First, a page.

New Delhi: A Pakistani journalist, who had been missing since September 7, was found dead four days later on September 11 in Punjab, the International Federation of Journalists said in a statement condemning the killing on Monday.
The journalist, who has been identified as Zafar Abbas, used to work at the newspaper Dawn. He was, according to the statement, returning home late from work when he was kidnapped. IFJ and its affiliate, the Pakistan Federal Union of Journalists, have alleged that police had not investigated the matter in spite of a kidnapping complaint having been filed in the matter.
Abbas’s body was found in a dry well.
Several journalists’ bodies reportedly protested against what they said was police apathy towards beginning an investigation in this regard. Eventually, the chief minister of the Punjab province ordered an investigation, under which seven suspects have been identified, said the statement.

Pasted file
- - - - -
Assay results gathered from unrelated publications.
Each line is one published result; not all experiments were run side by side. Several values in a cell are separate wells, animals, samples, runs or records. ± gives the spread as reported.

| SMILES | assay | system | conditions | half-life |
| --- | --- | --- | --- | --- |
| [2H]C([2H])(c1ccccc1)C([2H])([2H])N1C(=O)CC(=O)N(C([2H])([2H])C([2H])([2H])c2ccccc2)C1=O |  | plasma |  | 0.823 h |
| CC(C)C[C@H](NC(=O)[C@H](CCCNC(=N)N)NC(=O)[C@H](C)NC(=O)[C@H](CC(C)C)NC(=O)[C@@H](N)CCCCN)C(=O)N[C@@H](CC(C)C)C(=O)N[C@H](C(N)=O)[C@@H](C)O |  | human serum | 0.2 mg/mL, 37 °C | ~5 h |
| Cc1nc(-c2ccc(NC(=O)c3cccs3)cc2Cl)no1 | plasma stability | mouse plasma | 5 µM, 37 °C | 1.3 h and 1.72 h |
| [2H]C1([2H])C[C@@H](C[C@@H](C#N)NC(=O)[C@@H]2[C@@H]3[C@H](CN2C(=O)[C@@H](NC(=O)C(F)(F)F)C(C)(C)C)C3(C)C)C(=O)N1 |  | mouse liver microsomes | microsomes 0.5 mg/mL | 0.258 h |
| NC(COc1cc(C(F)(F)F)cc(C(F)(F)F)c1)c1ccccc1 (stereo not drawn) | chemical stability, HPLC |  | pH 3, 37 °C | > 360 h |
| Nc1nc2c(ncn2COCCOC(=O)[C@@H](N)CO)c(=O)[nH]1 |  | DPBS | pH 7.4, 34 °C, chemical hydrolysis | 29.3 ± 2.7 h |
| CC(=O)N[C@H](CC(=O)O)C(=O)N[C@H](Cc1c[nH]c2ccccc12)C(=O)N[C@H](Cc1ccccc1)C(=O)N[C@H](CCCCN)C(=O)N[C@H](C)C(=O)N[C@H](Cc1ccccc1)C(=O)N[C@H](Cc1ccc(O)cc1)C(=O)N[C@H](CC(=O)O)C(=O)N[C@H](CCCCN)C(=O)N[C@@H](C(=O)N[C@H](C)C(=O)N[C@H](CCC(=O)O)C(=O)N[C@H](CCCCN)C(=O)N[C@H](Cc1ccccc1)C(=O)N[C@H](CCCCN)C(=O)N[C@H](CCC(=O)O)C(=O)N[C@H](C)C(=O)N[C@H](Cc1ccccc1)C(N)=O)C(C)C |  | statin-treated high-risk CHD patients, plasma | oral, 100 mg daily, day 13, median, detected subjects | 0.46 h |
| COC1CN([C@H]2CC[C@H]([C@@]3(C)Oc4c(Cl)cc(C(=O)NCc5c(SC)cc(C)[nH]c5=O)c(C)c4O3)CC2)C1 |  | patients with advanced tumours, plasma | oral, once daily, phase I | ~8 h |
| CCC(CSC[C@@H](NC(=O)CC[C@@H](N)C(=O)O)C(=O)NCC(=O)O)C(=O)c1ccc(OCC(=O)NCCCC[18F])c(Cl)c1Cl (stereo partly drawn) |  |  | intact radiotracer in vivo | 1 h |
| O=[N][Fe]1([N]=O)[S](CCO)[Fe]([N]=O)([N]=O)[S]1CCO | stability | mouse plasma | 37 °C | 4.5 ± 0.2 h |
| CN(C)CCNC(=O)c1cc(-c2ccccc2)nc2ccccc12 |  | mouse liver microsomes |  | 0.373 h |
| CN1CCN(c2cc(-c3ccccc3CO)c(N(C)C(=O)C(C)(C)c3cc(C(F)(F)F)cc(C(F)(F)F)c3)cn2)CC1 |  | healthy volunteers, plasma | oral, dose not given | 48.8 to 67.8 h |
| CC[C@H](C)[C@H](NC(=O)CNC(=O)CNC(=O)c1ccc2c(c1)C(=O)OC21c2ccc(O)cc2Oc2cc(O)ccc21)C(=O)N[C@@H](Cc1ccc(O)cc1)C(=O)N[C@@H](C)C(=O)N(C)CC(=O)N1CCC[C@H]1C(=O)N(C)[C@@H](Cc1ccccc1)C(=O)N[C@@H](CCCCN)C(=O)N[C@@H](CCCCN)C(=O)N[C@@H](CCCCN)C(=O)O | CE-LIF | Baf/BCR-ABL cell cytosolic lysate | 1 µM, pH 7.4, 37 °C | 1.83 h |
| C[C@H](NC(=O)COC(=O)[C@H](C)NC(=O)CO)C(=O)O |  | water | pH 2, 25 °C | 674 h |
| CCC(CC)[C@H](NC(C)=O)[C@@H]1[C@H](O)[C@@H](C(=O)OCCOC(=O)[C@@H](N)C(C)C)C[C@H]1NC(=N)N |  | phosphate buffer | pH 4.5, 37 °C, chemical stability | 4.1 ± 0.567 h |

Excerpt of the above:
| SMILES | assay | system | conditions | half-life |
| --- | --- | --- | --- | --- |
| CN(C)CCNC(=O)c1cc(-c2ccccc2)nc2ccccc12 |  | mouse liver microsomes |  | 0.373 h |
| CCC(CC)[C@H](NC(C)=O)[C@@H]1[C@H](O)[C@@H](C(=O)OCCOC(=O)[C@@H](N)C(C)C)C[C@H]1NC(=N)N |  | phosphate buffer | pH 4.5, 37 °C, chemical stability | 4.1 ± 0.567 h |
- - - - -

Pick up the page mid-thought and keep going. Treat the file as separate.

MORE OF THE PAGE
“The PFUJ president G.M. Jamali and secretary general Rana M. Azeem demand the chief minister of Punjab ensure the authorities investigate Abbas’ murder, prosecute the killers and provide financial compensation to Abbas’ family,” said the journalists’ body.
According to the IFJ, Abbas is the third journalist to be killed in Pakistan this year and the second journalist to be killed in the Punjab province. On August 30, Mirza Waseem Baig was shot six times outside his house in Punjab. Another journalist was killed on April 30 in the Khyber Pakhtunkhwa province, noted the statement.
On June 16, 22-year-old journalist Muhammad Bilal Khan, who ran a YouTube channel on politics, was stabbed to death in Islamabad. Then as well, journalists’ bodies had noted the delay in investigating the killing.
In July, Al Jazeera reported that news television channels Channel 24, Abbtak News, and Capital TV were taken off air after they aired a live press conference by opposition leader Maryam Nawaz.
Pakistan ranks 142 in the 2019 World Press Freedom Index. It’s ranking fell three notches from 139 in 2018. Reporters Sans Frontières has held that the Pakistan Media Regulatory Authority created by the Imran Khan government has been understood to have de facto replaced “regulation” with “censorship.”